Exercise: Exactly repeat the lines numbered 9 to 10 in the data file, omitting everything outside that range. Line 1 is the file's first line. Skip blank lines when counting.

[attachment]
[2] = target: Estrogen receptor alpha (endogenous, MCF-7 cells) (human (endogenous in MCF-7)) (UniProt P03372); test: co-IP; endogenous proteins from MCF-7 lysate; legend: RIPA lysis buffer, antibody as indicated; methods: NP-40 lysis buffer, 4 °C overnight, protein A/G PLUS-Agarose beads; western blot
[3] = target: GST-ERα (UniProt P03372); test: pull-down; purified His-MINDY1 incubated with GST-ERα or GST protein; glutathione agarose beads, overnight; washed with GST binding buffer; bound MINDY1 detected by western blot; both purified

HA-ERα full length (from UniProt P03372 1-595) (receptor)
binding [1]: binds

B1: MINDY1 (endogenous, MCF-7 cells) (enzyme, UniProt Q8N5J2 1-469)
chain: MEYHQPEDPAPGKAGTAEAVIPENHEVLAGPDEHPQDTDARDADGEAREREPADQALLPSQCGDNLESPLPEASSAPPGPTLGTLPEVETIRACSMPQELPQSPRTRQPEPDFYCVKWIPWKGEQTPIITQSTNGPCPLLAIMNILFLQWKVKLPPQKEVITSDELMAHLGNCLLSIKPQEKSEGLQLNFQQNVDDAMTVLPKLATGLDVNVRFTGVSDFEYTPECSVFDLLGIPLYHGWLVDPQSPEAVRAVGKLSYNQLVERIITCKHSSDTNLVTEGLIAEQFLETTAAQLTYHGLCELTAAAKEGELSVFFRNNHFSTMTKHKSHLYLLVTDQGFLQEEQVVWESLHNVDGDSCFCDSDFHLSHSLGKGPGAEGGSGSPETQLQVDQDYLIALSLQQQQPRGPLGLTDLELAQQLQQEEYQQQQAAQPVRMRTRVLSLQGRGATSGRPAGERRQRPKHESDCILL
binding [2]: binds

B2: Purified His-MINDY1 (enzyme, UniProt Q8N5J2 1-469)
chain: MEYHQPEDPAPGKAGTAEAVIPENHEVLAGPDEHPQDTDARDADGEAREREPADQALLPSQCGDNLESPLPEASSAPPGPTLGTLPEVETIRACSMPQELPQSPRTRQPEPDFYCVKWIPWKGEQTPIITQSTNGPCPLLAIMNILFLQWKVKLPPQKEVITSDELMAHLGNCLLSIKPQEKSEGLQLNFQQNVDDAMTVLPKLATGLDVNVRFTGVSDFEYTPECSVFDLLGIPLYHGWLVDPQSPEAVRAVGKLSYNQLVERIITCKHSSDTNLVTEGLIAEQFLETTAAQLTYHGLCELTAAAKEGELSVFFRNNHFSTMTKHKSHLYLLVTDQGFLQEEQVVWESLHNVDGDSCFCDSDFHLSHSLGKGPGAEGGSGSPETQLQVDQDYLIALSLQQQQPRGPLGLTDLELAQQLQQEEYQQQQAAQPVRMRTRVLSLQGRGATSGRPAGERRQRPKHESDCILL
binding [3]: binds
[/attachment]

chain: MEYHQPEDPAPGKAGTAEAVIPENHEVLAGPDEHPQDTDARDADGEAREREPADQALLPSQCGDNLESPLPEASSAPPGPTLGTLPEVETIRACSMPQELPQSPRTRQPEPDFYCVKWIPWKGEQTPIITQSTNGPCPLLAIMNILFLQWKVKLPPQKEVITSDELMAHLGNCLLSIKPQEKSEGLQLNFQQNVDDAMTVLPKLATGLDVNVRFTGVSDFEYTPECSVFDLLGIPLYHGWLVDPQSPEAVRAVGKLSYNQLVERIITCKHSSDTNLVTEGLIAEQFLETTAAQLTYHGLCELTAAAKEGELSVFFRNNHFSTMTKHKSHLYLLVTDQGFLQEEQVVWESLHNVDGDSCFCDSDFHLSHSLGKGPGAEGGSGSPETQLQVDQDYLIALSLQQQQPRGPLGLTDLELAQQLQQEEYQQQQAAQPVRMRTRVLSLQGRGATSGRPAGERRQRPKHESDCILL
binding [3]: binds